The most expensive item in the collection is a folded newsletter franked with a Basel Dove (Scott 3L1), the 1845 Swiss local issue printed in three colors that is widely held to be one of the most beautiful of the classics.
“Seldom encountered in this outstanding condition on such an eye-appealing entire,” is how the sale catalog describes it, assigning an estimate of $15,000 to $20,000 that Charles Shreve, who prepared the collection for Siegel International and is running the sale in association with Siegel, calls “conservative.”
Another highlight is the very first lot, an 1859 Buenos Aires 1-peso blue (Scott 7) “in much better quality than typically found,” tied by an oval grid on a neat cover to Argentina. It is estimated at $3,000 to $4,000.
There is a British Mulready envelope (Scott U1) used on its first day, May 6, 1840, estimated at $5,000-$7,000, and a scarce 2-penny blue embossed envelope of 1841, canceled with a black Maltese cross and circular datestamp of Exeter, estimated at $1,000-$1,500.
“I put the postal stationery right in with the stamps,” Frajola said. “For me, they belong together.”
There is a New South Wales 1-penny “Sydney View” stamp of 1850, in a plate variety with no clouds in the design (Scott 2ck), on an elegant pink printed circular locally addressed with a fancy boxed “6 O’Clock” delivery handstamp in the middle.
In the sale catalog, the lot is described as “the only known single use” of the 1d Sydney View on cover — but Frajola said that’s not quite accurate.
“It’s the only nice one,” he laughed.
Another interesting tidbit that Frajola learned while building his collection concerns stamps of the Papal States, a forerunner to unified Italy. Most on-cover usages have the stamps on the back, but those represent a postage due amount, not prepayment, so they fell outside his scope.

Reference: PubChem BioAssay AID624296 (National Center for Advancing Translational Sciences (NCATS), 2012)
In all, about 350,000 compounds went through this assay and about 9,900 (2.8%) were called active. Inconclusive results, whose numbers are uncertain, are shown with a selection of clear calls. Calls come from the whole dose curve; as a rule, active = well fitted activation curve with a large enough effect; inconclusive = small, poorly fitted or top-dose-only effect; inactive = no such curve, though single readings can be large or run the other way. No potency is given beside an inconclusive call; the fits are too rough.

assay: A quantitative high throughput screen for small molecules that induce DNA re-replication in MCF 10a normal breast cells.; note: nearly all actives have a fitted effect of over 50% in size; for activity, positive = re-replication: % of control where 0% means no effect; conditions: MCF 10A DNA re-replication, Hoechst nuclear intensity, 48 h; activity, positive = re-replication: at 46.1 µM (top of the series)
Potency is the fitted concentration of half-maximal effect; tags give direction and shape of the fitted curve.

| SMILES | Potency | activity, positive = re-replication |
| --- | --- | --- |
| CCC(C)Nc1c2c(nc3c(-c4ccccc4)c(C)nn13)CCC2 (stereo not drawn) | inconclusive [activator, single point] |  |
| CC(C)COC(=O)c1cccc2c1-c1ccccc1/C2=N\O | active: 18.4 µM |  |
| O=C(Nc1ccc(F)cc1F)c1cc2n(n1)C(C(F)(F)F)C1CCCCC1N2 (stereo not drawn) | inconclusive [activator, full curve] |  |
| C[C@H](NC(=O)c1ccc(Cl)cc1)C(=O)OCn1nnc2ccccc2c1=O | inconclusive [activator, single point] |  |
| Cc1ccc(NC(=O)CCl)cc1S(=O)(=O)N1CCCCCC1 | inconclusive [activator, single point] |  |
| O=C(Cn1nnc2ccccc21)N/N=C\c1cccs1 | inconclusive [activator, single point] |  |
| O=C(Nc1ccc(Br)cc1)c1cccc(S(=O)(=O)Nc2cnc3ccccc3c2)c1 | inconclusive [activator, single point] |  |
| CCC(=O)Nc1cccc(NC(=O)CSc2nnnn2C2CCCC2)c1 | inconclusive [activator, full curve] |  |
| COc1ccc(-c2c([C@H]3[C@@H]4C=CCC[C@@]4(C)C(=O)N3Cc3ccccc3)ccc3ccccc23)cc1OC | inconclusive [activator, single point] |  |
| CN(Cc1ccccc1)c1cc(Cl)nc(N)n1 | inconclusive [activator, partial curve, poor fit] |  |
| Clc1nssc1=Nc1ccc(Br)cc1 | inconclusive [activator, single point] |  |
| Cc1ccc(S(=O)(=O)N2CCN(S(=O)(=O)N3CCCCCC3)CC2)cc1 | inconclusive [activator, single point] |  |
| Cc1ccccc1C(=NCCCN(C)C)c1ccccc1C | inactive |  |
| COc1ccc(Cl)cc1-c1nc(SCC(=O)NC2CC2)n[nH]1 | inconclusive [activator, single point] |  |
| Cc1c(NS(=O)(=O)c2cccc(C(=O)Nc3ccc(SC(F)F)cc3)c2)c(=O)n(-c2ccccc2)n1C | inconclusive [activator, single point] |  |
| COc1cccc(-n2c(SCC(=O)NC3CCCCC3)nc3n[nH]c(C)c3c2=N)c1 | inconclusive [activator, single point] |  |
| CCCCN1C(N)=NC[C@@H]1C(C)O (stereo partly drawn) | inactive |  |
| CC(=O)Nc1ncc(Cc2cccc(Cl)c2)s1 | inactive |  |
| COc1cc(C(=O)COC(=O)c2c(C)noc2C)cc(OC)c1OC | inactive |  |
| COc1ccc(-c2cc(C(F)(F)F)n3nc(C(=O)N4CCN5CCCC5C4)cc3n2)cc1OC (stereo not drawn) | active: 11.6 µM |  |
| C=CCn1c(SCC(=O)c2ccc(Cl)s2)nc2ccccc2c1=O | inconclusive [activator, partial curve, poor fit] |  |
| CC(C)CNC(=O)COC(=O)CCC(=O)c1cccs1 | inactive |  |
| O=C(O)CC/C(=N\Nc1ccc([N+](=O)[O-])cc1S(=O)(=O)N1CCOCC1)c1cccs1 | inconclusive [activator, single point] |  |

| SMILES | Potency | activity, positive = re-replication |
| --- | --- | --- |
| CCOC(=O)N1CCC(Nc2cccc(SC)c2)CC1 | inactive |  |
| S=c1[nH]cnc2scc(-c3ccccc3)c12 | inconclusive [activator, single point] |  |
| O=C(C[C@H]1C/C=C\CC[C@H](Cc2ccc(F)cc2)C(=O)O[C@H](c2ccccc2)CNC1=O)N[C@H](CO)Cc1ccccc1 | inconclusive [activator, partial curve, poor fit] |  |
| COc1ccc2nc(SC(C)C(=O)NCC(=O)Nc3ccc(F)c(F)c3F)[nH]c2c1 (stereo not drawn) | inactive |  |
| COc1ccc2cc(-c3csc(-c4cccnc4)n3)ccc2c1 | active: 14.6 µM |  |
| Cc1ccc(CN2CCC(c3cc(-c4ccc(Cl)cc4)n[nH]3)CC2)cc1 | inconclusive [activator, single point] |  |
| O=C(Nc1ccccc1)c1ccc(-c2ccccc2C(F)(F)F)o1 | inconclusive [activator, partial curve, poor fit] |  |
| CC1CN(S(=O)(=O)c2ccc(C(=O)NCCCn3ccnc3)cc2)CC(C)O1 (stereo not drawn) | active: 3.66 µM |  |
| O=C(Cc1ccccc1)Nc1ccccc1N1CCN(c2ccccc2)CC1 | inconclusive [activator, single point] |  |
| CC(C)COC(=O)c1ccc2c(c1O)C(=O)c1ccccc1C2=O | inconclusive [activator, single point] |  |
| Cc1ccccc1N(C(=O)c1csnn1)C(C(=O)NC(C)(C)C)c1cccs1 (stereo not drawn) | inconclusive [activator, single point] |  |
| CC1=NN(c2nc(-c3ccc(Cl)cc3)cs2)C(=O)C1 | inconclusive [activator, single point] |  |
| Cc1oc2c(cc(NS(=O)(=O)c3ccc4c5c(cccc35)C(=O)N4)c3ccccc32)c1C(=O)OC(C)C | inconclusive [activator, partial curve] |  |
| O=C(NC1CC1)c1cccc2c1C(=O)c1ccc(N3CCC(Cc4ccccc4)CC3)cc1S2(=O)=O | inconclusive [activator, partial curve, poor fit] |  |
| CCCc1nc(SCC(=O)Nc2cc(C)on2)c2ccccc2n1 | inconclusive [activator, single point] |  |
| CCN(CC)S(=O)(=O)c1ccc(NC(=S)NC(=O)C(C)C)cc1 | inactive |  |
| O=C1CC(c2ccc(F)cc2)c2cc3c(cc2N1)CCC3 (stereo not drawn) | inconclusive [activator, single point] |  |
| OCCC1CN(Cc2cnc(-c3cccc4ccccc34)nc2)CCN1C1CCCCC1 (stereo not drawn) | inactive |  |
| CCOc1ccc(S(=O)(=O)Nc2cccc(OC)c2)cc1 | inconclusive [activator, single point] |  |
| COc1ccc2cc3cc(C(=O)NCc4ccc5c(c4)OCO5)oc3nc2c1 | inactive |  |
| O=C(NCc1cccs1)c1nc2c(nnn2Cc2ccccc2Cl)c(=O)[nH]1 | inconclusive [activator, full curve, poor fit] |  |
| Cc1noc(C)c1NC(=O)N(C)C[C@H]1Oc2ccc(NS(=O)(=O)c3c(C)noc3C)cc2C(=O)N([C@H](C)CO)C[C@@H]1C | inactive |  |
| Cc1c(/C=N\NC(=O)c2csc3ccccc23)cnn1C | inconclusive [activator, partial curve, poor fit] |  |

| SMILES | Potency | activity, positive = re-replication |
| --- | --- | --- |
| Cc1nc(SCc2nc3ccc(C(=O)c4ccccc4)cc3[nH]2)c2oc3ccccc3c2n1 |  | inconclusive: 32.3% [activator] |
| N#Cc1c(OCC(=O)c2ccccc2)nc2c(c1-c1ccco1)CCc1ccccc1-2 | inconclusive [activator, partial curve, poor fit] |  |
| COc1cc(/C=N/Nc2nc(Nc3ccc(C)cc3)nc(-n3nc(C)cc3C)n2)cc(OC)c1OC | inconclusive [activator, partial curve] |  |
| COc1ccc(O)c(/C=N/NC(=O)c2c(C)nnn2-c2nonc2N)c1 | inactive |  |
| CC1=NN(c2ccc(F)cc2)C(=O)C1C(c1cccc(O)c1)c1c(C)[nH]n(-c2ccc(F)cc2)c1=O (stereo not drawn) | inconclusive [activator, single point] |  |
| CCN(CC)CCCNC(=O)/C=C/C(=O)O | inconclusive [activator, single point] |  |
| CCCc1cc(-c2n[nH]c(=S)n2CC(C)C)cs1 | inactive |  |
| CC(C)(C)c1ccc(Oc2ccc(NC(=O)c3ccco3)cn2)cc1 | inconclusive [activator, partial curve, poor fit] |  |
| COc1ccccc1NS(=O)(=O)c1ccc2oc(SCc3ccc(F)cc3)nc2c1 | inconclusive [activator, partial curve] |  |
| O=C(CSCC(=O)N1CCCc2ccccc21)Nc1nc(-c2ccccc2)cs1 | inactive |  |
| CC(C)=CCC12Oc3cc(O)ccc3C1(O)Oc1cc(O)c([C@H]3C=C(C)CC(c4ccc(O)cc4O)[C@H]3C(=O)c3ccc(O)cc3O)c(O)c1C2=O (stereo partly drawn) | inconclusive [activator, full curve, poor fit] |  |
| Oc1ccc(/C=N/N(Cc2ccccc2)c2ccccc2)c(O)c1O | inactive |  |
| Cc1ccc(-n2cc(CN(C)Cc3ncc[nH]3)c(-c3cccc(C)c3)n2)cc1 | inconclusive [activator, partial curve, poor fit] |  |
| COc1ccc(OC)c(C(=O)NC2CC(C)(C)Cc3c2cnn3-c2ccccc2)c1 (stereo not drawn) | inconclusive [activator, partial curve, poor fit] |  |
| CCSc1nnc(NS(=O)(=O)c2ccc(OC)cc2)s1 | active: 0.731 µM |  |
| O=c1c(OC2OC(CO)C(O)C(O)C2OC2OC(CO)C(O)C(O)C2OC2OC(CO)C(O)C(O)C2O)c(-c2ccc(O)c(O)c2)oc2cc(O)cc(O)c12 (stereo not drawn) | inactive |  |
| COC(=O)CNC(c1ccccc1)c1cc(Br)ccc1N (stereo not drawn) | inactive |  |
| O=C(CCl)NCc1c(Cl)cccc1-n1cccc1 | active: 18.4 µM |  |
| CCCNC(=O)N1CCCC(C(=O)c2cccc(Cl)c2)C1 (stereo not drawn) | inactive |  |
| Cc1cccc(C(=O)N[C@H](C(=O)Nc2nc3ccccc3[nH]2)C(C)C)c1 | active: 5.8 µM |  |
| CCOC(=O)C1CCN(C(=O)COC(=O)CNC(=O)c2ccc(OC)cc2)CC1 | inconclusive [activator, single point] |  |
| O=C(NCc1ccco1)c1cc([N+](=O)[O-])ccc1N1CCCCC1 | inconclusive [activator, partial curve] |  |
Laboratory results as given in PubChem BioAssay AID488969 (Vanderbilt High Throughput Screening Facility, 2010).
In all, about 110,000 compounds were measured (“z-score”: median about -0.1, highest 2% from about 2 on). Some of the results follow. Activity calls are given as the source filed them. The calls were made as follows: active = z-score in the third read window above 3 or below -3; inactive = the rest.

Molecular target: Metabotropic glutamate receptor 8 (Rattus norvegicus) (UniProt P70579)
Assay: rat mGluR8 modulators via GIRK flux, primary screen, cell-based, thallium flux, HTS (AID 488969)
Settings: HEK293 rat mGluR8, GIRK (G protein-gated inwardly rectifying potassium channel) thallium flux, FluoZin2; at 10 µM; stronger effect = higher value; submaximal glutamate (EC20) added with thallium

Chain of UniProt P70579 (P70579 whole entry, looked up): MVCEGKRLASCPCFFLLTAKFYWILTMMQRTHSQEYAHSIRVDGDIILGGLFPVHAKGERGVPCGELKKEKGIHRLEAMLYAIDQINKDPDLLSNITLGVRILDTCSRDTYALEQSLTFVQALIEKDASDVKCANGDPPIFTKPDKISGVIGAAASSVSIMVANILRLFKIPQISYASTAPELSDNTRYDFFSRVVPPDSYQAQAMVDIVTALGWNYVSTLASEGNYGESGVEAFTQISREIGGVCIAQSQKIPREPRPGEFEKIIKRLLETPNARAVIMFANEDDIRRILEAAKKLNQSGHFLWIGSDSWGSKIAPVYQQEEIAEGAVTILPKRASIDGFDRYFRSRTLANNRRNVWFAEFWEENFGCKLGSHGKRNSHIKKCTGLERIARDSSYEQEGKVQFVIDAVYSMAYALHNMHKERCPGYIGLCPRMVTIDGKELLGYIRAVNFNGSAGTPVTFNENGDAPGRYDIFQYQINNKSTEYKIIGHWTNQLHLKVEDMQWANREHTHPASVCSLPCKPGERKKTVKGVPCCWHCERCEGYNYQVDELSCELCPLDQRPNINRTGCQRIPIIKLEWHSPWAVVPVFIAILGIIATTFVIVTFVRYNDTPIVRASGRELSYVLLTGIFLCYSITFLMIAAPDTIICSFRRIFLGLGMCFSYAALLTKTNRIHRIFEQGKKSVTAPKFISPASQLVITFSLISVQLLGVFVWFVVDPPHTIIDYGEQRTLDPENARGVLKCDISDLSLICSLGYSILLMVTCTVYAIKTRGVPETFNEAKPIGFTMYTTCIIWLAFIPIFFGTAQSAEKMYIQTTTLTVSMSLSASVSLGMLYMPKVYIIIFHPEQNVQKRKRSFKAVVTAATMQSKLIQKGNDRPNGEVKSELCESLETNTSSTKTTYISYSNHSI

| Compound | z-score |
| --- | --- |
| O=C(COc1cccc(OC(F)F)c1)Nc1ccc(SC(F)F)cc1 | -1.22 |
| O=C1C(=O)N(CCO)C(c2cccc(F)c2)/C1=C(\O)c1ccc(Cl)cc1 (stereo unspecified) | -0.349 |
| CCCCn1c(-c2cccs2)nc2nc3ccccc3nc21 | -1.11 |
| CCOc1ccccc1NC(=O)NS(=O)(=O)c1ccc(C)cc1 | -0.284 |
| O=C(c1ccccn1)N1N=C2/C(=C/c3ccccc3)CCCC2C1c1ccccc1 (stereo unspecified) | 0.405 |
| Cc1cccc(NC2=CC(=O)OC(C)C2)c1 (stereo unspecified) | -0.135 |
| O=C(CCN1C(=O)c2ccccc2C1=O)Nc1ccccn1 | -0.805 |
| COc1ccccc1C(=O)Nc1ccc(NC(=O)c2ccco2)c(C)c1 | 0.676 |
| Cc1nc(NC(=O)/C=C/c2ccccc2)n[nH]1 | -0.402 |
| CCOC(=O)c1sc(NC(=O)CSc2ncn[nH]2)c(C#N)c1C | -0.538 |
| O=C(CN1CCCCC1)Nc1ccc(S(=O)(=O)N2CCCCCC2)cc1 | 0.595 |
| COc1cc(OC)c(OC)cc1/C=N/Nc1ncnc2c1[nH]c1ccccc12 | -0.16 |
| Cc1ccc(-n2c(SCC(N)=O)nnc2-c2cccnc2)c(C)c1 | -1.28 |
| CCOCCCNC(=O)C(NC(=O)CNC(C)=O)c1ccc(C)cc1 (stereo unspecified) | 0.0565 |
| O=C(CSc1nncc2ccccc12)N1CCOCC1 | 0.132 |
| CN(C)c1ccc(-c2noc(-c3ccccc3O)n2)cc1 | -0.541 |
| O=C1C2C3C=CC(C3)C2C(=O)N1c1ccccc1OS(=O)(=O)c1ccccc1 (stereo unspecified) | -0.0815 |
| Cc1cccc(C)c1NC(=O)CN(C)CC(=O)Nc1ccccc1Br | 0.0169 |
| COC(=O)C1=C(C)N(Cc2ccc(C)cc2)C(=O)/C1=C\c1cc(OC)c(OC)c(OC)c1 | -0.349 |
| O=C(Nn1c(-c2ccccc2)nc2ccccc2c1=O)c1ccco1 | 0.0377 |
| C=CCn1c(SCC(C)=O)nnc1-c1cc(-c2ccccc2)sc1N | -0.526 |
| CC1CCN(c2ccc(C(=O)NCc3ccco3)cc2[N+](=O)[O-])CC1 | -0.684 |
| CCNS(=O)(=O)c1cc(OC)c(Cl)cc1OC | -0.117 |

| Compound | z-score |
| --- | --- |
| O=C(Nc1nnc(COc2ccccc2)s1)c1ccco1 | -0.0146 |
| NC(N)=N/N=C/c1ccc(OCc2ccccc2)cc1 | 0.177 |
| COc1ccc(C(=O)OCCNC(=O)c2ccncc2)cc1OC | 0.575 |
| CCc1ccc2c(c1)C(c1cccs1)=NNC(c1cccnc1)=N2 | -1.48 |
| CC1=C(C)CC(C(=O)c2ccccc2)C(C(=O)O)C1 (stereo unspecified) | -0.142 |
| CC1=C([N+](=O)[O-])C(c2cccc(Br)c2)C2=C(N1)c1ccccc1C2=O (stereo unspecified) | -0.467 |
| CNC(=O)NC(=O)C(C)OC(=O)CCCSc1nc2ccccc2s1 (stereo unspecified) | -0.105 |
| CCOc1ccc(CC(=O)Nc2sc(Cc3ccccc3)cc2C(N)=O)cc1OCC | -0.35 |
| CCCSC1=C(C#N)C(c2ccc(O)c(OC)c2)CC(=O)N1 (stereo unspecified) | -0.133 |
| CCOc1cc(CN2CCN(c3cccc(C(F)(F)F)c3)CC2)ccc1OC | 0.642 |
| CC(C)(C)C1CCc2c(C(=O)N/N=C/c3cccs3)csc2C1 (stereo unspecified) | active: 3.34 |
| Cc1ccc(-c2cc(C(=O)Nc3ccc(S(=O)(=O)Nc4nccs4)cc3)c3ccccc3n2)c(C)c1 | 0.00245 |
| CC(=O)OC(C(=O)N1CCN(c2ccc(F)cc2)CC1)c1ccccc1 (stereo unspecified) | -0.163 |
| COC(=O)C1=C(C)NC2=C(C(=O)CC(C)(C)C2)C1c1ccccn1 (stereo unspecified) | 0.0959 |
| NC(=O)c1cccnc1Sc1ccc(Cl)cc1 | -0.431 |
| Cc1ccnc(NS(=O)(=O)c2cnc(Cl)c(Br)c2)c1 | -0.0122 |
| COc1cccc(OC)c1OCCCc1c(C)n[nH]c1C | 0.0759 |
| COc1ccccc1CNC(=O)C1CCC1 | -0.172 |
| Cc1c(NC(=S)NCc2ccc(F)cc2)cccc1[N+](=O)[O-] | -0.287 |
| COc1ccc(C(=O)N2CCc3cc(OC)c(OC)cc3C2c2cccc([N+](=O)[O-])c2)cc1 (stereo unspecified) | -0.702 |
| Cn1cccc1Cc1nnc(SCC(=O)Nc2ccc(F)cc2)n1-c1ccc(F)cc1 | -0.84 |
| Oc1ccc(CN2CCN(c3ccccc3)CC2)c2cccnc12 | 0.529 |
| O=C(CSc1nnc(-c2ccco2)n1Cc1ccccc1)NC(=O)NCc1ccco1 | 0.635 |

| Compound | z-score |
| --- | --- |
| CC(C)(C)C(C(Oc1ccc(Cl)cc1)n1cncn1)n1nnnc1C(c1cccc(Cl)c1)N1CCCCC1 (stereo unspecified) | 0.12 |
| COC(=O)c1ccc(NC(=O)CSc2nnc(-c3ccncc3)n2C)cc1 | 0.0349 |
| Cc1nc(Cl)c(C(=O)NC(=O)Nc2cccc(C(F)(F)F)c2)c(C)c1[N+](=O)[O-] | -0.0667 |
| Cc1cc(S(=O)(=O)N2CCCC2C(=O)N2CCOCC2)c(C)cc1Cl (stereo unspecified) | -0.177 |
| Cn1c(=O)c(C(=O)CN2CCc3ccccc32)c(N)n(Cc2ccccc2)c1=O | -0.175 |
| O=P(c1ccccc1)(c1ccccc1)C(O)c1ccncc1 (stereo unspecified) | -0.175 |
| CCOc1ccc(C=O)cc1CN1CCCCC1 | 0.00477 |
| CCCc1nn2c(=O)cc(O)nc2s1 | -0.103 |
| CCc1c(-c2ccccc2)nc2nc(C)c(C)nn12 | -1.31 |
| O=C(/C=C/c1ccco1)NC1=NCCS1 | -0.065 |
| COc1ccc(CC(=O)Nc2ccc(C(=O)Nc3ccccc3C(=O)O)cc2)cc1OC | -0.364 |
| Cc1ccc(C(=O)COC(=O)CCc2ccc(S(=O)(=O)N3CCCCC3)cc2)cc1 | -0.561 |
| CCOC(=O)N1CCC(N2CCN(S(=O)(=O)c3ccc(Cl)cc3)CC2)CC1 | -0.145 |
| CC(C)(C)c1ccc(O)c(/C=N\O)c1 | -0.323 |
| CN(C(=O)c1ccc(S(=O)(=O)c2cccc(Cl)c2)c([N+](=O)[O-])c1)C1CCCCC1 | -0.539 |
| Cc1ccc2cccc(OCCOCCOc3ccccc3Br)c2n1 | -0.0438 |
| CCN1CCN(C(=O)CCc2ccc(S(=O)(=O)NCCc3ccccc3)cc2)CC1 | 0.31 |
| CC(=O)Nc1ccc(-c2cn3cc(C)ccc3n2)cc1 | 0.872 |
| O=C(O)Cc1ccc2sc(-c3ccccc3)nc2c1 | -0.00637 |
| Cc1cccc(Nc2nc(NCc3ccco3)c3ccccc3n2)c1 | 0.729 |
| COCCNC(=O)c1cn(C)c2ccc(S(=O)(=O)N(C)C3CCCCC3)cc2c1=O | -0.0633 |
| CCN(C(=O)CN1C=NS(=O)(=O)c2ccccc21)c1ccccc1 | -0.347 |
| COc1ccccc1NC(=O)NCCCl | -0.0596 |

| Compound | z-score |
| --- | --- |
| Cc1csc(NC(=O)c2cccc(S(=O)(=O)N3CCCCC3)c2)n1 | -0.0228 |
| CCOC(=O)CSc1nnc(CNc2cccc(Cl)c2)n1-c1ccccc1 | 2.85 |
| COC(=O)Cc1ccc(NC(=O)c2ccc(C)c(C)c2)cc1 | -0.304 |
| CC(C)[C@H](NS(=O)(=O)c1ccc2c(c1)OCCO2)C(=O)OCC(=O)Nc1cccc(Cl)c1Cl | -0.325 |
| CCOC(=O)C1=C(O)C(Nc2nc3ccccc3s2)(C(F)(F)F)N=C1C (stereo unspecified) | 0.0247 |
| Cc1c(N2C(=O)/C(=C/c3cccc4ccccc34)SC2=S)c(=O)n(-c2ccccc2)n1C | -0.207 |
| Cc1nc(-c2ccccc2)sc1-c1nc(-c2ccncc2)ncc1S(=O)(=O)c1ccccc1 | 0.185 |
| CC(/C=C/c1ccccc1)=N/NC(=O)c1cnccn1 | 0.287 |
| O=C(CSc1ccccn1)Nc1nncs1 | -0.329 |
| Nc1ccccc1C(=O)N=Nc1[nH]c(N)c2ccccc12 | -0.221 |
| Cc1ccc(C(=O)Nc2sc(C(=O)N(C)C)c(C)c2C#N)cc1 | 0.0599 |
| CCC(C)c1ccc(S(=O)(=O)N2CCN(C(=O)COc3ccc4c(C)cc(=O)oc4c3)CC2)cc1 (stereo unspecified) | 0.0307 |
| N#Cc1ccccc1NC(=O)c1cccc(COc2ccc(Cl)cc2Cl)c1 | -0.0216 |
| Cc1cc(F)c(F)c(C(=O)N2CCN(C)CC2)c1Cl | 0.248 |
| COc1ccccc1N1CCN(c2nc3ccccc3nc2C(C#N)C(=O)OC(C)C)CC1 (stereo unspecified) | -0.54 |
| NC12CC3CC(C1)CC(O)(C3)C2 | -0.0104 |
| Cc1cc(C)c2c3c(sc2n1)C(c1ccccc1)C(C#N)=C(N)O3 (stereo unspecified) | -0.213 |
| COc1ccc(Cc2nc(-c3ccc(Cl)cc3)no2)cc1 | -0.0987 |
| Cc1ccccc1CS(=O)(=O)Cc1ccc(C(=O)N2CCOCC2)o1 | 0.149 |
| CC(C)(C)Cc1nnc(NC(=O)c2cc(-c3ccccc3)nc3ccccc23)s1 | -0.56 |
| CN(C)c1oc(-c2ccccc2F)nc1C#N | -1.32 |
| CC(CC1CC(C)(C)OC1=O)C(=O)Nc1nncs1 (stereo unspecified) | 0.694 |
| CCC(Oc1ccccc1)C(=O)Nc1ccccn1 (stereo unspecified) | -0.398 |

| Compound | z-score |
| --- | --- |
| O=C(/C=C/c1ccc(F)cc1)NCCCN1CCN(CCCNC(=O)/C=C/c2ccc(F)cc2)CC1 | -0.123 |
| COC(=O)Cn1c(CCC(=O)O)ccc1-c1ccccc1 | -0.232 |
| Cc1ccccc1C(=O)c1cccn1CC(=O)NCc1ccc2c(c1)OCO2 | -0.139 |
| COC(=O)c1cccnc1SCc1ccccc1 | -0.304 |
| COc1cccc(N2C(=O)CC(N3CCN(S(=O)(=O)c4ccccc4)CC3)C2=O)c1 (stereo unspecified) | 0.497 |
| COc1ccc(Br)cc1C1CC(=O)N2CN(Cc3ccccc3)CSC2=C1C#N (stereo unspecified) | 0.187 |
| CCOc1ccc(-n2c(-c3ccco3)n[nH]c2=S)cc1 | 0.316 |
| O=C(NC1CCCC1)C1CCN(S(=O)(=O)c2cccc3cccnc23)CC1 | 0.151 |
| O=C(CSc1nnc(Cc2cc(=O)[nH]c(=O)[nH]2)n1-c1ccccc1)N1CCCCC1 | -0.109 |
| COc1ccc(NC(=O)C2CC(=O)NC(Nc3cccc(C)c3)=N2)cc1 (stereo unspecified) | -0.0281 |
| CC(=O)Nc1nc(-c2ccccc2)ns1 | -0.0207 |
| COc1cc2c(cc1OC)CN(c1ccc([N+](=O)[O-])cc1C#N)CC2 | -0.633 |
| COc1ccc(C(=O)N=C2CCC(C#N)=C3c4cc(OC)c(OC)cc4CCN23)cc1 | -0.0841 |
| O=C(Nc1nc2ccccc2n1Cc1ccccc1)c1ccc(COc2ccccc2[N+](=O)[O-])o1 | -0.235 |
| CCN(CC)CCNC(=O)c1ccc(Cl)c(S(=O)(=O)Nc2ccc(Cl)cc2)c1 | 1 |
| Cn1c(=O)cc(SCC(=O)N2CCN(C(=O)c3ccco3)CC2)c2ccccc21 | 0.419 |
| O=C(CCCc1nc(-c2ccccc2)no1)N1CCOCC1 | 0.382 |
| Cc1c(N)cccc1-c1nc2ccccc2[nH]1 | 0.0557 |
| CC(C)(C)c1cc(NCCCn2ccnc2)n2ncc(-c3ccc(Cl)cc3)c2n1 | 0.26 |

“Papal States covers are much harder to find franked on the front,” he said.
Frajola exhibited his collection as “The Cheap Postage Revolution” at Texpex, the annual stamp show in Dallas-Fort Worth, in 2014. It won a vermeil.
“It doesn’t tell a good story,” he said, explaining that the trend these days is to build narratives in exhibits — mere quality doesn’t impress judges the way it once did. Frajola recalled showing his first exhibit, as a junior, at the Sipex exhibition in Washington, D.C., in 1966.
He realized he had reached his limit with his current collection a couple of years ago, when he began pursuing a cover with a scarce Double Geneva (Scott 2L1), the 1843 Swiss cantonal stamp.
He was outbid at $45,000, and saw that he would never be able to afford one in the quality he sought. “I gave up,” he said. “I could have easily paid that much as a dealer, but not as a collector.”
Nonetheless, his collection achieved his goals of having some fun and learning.
“I wanted things I could look at and say, this is really pretty,” Frajola said. “I wanted something that doesn’t take three days of research to appreciate.”
Viewing will take place at the Europhilex stamp show in London’s Business Design Centre on May 13-16, and at Siegel’s showroom at 60 E. 56th St., New York, N.Y., on May 18. Lots also can be viewed at StampAuctionNetwork.com, and in high resolution at the Siegel website.
The sale takes place at Siegel’s showroom on May 19, in two sessions beginning at 10:30 a.m. A 15 percent buyer’s premium will be added to all hammer results.